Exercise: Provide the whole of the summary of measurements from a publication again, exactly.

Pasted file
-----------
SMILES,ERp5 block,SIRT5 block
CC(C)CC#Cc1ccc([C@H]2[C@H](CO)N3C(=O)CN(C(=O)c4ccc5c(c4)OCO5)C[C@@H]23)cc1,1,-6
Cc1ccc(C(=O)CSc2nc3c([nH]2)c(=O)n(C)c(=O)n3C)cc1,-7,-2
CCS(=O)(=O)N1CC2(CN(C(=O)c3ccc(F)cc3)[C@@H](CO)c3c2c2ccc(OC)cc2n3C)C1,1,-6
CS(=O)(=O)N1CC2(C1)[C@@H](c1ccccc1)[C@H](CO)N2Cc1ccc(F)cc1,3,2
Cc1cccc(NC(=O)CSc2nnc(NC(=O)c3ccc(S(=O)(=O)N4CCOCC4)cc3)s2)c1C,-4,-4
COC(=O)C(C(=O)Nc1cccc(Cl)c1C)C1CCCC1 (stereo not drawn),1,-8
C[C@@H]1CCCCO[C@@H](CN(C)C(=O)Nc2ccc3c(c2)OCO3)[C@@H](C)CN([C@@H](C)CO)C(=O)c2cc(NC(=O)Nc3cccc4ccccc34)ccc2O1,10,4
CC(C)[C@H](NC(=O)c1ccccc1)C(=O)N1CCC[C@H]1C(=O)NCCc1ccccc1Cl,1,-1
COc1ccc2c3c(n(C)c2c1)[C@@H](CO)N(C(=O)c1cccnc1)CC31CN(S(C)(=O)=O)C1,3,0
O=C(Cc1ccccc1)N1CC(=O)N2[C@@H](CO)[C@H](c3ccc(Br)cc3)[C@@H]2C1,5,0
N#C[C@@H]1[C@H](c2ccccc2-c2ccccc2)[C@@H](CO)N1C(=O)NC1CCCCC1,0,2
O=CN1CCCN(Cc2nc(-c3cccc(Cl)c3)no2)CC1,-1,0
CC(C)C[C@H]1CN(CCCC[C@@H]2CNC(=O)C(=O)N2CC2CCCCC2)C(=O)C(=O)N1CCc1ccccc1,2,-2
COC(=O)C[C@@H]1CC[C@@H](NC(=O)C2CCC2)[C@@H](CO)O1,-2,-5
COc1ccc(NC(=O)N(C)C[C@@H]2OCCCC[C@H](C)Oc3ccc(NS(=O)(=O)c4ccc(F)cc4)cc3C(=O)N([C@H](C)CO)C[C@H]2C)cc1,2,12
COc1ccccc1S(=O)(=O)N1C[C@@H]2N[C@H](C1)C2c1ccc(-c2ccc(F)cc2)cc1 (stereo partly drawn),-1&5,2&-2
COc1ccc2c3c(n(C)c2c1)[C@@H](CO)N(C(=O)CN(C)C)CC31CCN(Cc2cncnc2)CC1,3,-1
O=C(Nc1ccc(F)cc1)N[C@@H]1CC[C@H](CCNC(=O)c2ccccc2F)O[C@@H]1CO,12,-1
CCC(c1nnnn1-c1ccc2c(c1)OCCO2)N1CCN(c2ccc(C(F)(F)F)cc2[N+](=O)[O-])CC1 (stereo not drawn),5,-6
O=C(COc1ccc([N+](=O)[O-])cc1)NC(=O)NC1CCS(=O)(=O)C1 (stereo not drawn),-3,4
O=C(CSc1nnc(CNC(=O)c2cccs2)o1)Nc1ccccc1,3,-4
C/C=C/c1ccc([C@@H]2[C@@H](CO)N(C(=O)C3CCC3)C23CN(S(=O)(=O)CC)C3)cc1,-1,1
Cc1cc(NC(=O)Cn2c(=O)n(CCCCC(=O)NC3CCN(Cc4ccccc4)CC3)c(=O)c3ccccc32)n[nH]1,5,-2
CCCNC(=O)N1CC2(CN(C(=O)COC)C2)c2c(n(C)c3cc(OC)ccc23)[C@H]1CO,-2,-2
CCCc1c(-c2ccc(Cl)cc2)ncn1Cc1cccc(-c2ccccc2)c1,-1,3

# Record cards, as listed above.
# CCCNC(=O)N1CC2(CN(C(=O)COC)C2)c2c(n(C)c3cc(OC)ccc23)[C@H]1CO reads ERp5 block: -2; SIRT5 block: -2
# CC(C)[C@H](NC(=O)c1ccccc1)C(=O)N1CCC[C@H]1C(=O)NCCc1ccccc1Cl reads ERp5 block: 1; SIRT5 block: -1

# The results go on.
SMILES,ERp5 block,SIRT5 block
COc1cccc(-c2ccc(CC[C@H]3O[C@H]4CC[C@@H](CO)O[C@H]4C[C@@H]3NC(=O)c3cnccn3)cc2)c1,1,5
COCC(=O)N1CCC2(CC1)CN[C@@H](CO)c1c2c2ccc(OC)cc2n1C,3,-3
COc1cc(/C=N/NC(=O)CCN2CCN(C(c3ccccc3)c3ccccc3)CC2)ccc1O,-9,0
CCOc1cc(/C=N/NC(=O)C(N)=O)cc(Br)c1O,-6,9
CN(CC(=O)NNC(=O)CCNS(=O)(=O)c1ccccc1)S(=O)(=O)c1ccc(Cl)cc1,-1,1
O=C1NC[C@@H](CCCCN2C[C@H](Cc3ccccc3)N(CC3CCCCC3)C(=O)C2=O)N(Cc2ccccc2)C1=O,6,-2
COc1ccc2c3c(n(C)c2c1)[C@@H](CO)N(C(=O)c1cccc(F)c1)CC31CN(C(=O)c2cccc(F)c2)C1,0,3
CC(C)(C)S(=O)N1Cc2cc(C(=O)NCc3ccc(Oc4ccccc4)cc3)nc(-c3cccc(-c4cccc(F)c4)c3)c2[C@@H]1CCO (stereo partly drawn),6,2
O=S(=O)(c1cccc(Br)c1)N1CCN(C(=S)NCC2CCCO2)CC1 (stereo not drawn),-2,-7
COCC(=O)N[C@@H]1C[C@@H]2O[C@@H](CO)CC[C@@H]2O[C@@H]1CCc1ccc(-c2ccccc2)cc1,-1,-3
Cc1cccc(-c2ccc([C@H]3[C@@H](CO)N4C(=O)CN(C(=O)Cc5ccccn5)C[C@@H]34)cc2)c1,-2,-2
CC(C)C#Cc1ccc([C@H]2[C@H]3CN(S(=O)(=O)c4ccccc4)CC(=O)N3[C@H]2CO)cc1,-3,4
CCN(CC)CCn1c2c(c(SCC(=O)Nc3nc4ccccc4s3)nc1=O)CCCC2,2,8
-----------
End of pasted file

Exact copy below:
SMILES,ERp5 block,SIRT5 block
CC(C)CC#Cc1ccc([C@H]2[C@H](CO)N3C(=O)CN(C(=O)c4ccc5c(c4)OCO5)C[C@@H]23)cc1,1,-6
Cc1ccc(C(=O)CSc2nc3c([nH]2)c(=O)n(C)c(=O)n3C)cc1,-7,-2
CCS(=O)(=O)N1CC2(CN(C(=O)c3ccc(F)cc3)[C@@H](CO)c3c2c2ccc(OC)cc2n3C)C1,1,-6
CS(=O)(=O)N1CC2(C1)[C@@H](c1ccccc1)[C@H](CO)N2Cc1ccc(F)cc1,3,2
Cc1cccc(NC(=O)CSc2nnc(NC(=O)c3ccc(S(=O)(=O)N4CCOCC4)cc3)s2)c1C,-4,-4
COC(=O)C(C(=O)Nc1cccc(Cl)c1C)C1CCCC1 (stereo not drawn),1,-8
C[C@@H]1CCCCO[C@@H](CN(C)C(=O)Nc2ccc3c(c2)OCO3)[C@@H](C)CN([C@@H](C)CO)C(=O)c2cc(NC(=O)Nc3cccc4ccccc34)ccc2O1,10,4
CC(C)[C@H](NC(=O)c1ccccc1)C(=O)N1CCC[C@H]1C(=O)NCCc1ccccc1Cl,1,-1
COc1ccc2c3c(n(C)c2c1)[C@@H](CO)N(C(=O)c1cccnc1)CC31CN(S(C)(=O)=O)C1,3,0
O=C(Cc1ccccc1)N1CC(=O)N2[C@@H](CO)[C@H](c3ccc(Br)cc3)[C@@H]2C1,5,0
N#C[C@@H]1[C@H](c2ccccc2-c2ccccc2)[C@@H](CO)N1C(=O)NC1CCCCC1,0,2
O=CN1CCCN(Cc2nc(-c3cccc(Cl)c3)no2)CC1,-1,0
CC(C)C[C@H]1CN(CCCC[C@@H]2CNC(=O)C(=O)N2CC2CCCCC2)C(=O)C(=O)N1CCc1ccccc1,2,-2
COC(=O)C[C@@H]1CC[C@@H](NC(=O)C2CCC2)[C@@H](CO)O1,-2,-5
COc1ccc(NC(=O)N(C)C[C@@H]2OCCCC[C@H](C)Oc3ccc(NS(=O)(=O)c4ccc(F)cc4)cc3C(=O)N([C@H](C)CO)C[C@H]2C)cc1,2,12
COc1ccccc1S(=O)(=O)N1C[C@@H]2N[C@H](C1)C2c1ccc(-c2ccc(F)cc2)cc1 (stereo partly drawn),-1&5,2&-2
COc1ccc2c3c(n(C)c2c1)[C@@H](CO)N(C(=O)CN(C)C)CC31CCN(Cc2cncnc2)CC1,3,-1
O=C(Nc1ccc(F)cc1)N[C@@H]1CC[C@H](CCNC(=O)c2ccccc2F)O[C@@H]1CO,12,-1
CCC(c1nnnn1-c1ccc2c(c1)OCCO2)N1CCN(c2ccc(C(F)(F)F)cc2[N+](=O)[O-])CC1 (stereo not drawn),5,-6
O=C(COc1ccc([N+](=O)[O-])cc1)NC(=O)NC1CCS(=O)(=O)C1 (stereo not drawn),-3,4
O=C(CSc1nnc(CNC(=O)c2cccs2)o1)Nc1ccccc1,3,-4
C/C=C/c1ccc([C@@H]2[C@@H](CO)N(C(=O)C3CCC3)C23CN(S(=O)(=O)CC)C3)cc1,-1,1
Cc1cc(NC(=O)Cn2c(=O)n(CCCCC(=O)NC3CCN(Cc4ccccc4)CC3)c(=O)c3ccccc32)n[nH]1,5,-2
CCCNC(=O)N1CC2(CN(C(=O)COC)C2)c2c(n(C)c3cc(OC)ccc23)[C@H]1CO,-2,-2
CCCc1c(-c2ccc(Cl)cc2)ncn1Cc1cccc(-c2ccccc2)c1,-1,3

# Record cards, as listed above.
# CCCNC(=O)N1CC2(CN(C(=O)COC)C2)c2c(n(C)c3cc(OC)ccc23)[C@H]1CO reads ERp5 block: -2; SIRT5 block: -2
# CC(C)[C@H](NC(=O)c1ccccc1)C(=O)N1CCC[C@H]1C(=O)NCCc1ccccc1Cl reads ERp5 block: 1; SIRT5 block: -1

# The results go on.
SMILES,ERp5 block,SIRT5 block
COc1cccc(-c2ccc(CC[C@H]3O[C@H]4CC[C@@H](CO)O[C@H]4C[C@@H]3NC(=O)c3cnccn3)cc2)c1,1,5
COCC(=O)N1CCC2(CC1)CN[C@@H](CO)c1c2c2ccc(OC)cc2n1C,3,-3
COc1cc(/C=N/NC(=O)CCN2CCN(C(c3ccccc3)c3ccccc3)CC2)ccc1O,-9,0
CCOc1cc(/C=N/NC(=O)C(N)=O)cc(Br)c1O,-6,9
CN(CC(=O)NNC(=O)CCNS(=O)(=O)c1ccccc1)S(=O)(=O)c1ccc(Cl)cc1,-1,1
O=C1NC[C@@H](CCCCN2C[C@H](Cc3ccccc3)N(CC3CCCCC3)C(=O)C2=O)N(Cc2ccccc2)C1=O,6,-2
COc1ccc2c3c(n(C)c2c1)[C@@H](CO)N(C(=O)c1cccc(F)c1)CC31CN(C(=O)c2cccc(F)c2)C1,0,3
CC(C)(C)S(=O)N1Cc2cc(C(=O)NCc3ccc(Oc4ccccc4)cc3)nc(-c3cccc(-c4cccc(F)c4)c3)c2[C@@H]1CCO (stereo partly drawn),6,2
O=S(=O)(c1cccc(Br)c1)N1CCN(C(=S)NCC2CCCO2)CC1 (stereo not drawn),-2,-7
COCC(=O)N[C@@H]1C[C@@H]2O[C@@H](CO)CC[C@@H]2O[C@@H]1CCc1ccc(-c2ccccc2)cc1,-1,-3
Cc1cccc(-c2ccc([C@H]3[C@@H](CO)N4C(=O)CN(C(=O)Cc5ccccn5)C[C@@H]34)cc2)c1,-2,-2
CC(C)C#Cc1ccc([C@H]2[C@H]3CN(S(=O)(=O)c4ccccc4)CC(=O)N3[C@H]2CO)cc1,-3,4
CCN(CC)CCn1c2c(c(SCC(=O)Nc3nc4ccccc4s3)nc1=O)CCCC2,2,8